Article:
College-Going Rates for High School Graduates Higher Than Anticipated
A new study finds 79 percent of high school graduates go to a two- or four-year college by age 20 and 88 percent enroll by age 26a much higher rate than researchers previously thought.
Some graduates are realizing they need more education once they try to enter the workforce and then find their way back into the education pipeline, said Patte Barth, the director of the Center for Public Education at the National School Boards Association, which released the report, "The Path Least Taken: A Quest to Learn More About High School Graduates Who don't Go on to College," on Sept. 29.
Researchers analyzing the longitudinal data from the U.S. Department of Education found that the 12 percent of noncollege-goers were more likely to be male (57 percent), low-income (65 percent) and have parents who ended their schooling with a high school diploma or less (46 percent). Students' racial or ethnic backgrounds and whether English was their home language were not factors in whether or not they went to college.
School districts should try to learn more about the "remarkably small" percentage of students who aren't going to college to better serve them, according to the report. Two-thirds of noncollege enrollees began high school believing they would attend college, researchers discovered. Finances were cited most often as the reason students didn't go, but others indicated they were undecided, wanted to go right into the workforce, or needed to support their families.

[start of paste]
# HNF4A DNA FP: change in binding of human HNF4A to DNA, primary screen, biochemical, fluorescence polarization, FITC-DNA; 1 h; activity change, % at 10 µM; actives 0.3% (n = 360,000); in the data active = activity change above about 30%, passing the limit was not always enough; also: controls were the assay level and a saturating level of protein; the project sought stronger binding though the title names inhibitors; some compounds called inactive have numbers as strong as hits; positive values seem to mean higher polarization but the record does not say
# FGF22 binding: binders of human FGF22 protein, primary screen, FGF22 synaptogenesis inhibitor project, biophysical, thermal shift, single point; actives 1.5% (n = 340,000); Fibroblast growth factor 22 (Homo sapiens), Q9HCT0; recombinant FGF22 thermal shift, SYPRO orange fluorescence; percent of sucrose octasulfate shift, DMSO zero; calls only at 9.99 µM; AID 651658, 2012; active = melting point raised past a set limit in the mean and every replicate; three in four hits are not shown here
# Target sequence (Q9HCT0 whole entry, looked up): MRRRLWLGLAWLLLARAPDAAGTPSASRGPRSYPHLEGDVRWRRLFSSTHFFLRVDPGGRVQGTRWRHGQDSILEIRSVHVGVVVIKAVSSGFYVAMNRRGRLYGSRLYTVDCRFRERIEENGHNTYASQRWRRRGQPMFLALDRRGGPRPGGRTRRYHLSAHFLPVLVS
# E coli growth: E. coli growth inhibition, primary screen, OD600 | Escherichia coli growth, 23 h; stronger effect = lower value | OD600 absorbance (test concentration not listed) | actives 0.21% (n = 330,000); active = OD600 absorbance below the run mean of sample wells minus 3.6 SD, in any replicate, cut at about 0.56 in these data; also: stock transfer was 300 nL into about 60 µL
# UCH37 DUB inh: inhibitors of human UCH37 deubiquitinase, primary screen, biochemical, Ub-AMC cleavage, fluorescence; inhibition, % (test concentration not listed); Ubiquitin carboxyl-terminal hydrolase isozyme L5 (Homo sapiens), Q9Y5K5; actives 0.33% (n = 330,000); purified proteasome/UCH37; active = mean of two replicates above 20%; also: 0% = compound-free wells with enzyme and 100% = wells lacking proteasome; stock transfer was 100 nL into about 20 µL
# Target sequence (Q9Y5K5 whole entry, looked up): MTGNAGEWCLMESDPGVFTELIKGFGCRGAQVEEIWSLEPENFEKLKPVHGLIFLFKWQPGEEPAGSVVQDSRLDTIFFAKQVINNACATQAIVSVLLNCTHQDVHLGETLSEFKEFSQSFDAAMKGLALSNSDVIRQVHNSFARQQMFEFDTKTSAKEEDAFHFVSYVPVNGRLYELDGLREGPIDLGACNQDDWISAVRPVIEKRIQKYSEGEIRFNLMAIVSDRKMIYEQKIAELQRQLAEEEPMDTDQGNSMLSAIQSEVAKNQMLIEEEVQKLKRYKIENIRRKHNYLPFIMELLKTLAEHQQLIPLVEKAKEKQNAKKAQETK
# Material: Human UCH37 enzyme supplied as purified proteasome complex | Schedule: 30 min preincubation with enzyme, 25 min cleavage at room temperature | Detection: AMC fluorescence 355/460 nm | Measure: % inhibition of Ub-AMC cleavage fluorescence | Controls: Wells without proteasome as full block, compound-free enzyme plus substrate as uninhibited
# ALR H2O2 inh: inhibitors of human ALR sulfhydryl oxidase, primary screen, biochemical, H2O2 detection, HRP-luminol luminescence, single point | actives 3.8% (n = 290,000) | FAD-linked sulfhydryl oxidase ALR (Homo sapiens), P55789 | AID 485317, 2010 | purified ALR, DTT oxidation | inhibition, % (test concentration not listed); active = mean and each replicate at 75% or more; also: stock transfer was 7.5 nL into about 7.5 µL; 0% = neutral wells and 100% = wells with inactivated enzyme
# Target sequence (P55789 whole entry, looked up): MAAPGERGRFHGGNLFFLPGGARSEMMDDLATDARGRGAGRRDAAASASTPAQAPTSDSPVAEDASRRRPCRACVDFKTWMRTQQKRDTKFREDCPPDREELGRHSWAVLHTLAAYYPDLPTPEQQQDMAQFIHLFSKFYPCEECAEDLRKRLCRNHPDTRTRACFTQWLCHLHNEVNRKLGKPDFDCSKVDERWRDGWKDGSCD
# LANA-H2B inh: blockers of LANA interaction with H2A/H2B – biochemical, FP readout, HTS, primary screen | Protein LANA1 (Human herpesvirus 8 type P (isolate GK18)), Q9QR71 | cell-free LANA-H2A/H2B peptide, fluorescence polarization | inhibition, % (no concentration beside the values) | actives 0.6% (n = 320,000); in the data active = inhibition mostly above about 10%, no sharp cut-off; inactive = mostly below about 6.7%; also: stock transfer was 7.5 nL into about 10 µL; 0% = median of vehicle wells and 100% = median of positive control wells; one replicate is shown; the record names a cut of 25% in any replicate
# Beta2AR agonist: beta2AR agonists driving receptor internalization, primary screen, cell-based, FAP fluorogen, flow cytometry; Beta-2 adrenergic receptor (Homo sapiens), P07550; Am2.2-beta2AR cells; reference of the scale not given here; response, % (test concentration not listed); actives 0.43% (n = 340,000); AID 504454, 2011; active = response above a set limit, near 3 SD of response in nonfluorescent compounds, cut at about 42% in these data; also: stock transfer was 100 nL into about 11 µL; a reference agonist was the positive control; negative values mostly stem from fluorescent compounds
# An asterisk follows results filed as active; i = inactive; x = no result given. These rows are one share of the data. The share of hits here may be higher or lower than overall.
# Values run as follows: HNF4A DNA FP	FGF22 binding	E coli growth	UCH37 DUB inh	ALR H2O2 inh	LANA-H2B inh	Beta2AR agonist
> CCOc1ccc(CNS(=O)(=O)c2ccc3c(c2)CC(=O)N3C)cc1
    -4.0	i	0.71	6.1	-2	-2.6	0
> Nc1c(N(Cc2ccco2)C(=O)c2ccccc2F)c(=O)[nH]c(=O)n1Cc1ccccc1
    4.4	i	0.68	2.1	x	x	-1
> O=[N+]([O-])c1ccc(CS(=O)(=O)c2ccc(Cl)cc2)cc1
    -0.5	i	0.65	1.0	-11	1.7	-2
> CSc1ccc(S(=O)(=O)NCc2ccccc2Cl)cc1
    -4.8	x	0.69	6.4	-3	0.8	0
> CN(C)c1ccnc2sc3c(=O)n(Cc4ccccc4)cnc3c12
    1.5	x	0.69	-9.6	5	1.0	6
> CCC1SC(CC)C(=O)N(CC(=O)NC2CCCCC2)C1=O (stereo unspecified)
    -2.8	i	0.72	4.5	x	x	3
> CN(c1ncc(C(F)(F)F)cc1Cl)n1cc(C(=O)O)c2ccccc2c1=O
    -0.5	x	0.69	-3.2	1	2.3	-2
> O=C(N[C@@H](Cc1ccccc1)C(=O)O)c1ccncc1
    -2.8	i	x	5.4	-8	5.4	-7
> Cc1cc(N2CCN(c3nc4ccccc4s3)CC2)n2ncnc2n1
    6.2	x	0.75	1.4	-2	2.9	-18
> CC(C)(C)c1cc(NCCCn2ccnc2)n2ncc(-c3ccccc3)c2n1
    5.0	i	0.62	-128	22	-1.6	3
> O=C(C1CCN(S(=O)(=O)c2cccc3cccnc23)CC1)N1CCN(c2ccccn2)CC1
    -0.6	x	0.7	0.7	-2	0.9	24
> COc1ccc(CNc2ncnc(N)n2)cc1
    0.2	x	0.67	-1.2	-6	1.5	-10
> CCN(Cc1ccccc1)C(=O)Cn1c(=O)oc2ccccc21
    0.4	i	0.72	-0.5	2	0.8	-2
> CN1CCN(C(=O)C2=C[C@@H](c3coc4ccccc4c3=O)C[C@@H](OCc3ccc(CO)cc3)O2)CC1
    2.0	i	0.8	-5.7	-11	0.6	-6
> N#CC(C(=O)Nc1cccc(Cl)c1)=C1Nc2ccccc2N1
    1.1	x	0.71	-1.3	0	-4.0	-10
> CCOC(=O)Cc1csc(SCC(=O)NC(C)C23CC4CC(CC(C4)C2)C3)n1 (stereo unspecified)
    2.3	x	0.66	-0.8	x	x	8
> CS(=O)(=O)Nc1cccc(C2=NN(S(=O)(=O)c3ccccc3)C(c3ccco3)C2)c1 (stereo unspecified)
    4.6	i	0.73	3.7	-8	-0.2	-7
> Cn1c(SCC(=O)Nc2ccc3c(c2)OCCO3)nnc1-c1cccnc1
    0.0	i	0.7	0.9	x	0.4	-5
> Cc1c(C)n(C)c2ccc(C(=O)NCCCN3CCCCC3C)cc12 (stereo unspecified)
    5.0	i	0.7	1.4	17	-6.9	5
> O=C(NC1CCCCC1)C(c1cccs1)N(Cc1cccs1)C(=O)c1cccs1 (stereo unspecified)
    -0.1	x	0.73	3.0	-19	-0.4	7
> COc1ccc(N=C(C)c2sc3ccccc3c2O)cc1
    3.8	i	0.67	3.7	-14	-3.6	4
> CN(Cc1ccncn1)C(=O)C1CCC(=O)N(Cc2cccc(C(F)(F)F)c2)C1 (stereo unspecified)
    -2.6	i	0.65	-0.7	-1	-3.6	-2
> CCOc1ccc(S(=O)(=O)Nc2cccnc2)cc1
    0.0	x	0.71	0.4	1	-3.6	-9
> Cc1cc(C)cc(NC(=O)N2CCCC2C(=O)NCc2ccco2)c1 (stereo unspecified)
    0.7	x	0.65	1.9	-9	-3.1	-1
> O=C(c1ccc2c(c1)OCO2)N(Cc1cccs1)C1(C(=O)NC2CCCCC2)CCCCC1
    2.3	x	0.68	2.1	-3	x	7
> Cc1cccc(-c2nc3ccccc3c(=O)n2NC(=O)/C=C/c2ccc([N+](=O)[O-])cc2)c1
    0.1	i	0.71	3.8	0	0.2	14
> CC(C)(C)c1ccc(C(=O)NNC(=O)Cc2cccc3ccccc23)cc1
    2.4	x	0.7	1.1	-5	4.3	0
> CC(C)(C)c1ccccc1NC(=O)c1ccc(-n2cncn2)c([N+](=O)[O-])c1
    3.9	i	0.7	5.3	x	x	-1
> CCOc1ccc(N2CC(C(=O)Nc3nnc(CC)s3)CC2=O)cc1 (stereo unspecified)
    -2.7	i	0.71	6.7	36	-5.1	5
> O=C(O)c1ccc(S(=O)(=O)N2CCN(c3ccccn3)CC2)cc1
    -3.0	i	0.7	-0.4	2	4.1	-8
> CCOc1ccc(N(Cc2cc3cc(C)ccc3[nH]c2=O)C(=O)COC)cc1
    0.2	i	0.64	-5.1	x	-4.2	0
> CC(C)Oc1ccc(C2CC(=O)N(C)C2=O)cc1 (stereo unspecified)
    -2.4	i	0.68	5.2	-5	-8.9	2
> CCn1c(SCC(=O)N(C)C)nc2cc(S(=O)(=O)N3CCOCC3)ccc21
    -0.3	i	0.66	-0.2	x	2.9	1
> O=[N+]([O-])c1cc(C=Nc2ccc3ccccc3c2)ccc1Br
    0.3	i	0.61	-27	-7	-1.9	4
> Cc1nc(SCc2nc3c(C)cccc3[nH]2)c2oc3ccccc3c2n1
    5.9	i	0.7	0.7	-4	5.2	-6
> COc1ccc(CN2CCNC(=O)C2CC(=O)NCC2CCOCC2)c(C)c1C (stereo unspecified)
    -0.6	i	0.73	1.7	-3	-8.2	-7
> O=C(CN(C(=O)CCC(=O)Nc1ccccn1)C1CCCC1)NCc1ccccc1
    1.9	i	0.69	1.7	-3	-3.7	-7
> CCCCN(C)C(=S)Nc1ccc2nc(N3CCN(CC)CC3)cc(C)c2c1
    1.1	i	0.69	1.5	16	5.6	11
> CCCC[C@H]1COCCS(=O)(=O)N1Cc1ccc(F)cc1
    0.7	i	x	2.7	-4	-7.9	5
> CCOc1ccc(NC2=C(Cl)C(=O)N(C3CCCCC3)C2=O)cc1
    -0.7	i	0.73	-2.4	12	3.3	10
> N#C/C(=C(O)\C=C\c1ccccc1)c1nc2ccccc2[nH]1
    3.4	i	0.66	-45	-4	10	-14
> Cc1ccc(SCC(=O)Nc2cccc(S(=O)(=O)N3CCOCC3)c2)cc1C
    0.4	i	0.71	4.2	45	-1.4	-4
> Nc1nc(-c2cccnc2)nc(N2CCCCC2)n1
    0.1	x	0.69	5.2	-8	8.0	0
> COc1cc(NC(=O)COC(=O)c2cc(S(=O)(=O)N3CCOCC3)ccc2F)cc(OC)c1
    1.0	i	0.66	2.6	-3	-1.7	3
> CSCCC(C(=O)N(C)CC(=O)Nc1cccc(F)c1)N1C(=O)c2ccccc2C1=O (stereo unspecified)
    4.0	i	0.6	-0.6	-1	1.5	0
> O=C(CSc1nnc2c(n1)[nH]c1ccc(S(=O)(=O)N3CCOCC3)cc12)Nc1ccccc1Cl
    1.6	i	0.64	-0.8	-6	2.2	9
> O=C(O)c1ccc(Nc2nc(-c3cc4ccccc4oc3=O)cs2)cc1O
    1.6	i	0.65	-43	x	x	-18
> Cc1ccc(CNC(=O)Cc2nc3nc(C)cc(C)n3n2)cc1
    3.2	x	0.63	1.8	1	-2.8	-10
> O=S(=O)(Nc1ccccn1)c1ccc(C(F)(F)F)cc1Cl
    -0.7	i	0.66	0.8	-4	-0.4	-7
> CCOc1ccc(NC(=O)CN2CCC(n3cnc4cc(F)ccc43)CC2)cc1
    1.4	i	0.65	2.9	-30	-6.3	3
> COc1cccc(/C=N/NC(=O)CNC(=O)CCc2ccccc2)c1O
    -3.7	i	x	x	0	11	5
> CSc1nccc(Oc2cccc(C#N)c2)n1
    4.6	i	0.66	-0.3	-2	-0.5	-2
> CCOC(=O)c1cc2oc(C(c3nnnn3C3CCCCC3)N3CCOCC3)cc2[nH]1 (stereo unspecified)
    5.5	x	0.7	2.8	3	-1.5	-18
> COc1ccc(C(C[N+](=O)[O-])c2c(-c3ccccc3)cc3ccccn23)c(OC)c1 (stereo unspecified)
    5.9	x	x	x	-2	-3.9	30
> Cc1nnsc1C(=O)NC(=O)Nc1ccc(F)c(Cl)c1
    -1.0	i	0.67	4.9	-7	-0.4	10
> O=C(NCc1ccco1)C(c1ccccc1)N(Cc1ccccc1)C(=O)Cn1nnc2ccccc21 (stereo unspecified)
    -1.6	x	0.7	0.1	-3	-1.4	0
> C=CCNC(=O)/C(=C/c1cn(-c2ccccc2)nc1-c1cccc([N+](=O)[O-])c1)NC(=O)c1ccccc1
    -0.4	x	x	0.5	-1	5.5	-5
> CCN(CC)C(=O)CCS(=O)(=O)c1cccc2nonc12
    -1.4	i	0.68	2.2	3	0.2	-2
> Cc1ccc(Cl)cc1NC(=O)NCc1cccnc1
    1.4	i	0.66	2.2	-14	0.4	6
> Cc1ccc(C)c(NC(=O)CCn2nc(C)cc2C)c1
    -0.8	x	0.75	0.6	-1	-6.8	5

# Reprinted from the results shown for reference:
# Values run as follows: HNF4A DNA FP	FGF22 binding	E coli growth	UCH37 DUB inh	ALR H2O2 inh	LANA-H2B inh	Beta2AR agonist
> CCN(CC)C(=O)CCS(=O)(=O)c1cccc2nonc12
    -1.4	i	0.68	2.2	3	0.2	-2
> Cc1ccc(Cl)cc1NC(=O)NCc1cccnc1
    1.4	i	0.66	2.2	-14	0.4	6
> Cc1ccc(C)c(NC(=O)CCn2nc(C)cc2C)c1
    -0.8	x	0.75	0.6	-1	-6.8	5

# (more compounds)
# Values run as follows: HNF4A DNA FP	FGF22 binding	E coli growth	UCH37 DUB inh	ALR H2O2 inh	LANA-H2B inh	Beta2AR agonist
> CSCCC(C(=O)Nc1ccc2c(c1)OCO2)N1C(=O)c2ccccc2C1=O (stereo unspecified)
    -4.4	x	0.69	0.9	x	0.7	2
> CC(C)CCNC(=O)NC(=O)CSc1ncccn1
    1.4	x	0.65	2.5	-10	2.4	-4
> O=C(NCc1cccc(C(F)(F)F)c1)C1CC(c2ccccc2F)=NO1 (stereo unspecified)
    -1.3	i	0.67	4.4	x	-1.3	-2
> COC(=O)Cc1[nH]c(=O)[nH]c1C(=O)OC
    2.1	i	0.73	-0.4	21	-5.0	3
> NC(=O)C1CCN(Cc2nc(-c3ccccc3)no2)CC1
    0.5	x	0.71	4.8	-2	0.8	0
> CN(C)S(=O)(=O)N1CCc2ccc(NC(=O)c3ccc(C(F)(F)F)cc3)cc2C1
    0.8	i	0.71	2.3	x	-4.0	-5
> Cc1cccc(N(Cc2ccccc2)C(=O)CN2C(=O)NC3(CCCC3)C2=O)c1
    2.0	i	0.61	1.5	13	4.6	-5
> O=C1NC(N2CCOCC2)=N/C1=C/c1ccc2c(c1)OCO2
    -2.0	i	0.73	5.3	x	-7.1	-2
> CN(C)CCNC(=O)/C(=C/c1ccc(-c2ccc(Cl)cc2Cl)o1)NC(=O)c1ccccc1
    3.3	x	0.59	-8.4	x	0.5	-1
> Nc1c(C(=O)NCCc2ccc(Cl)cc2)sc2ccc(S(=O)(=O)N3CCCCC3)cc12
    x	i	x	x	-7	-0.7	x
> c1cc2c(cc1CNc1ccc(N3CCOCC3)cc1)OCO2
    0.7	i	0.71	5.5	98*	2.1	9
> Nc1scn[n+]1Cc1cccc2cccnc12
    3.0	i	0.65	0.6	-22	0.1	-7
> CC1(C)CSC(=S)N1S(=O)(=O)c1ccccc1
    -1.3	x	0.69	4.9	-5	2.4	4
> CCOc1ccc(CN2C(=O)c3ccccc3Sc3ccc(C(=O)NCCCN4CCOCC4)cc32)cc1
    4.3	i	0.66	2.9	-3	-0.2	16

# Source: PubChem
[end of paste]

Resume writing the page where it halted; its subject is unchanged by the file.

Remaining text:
"We want school leaders to look at services to be sure they are providing enough counselors to help students make plans," said Barth, of the Alexandria, Va.-based association. "Students who never go to college aren't necessarily preparing for it. There is a mismatch between aspiration and preparation."
Schools should embrace rigorous curriculum and supports for all students, the report says. It's important for high schools to prepare students to be lifelong learners, regardless of whether or not they go on to college, said Barth. Those who go straight into the workforce can benefit from being exposed to challenging coursework.
The analysis showed links between what students studied in high school and their post-graduation paths. Researchers found, on average, noncollege enrollees took fewer and less rigorous academic courses than their college-going peers. Those who didn't go to college also had lower grades and spent fewers hour on homework each week in high school.
Of those 12 percent who did not go to college by age 26, about one-quarter said they needed more education and still expected to go to college.
Looking more closely by region, high school graduates in the South were more likely not to college than those who lived elsewhere.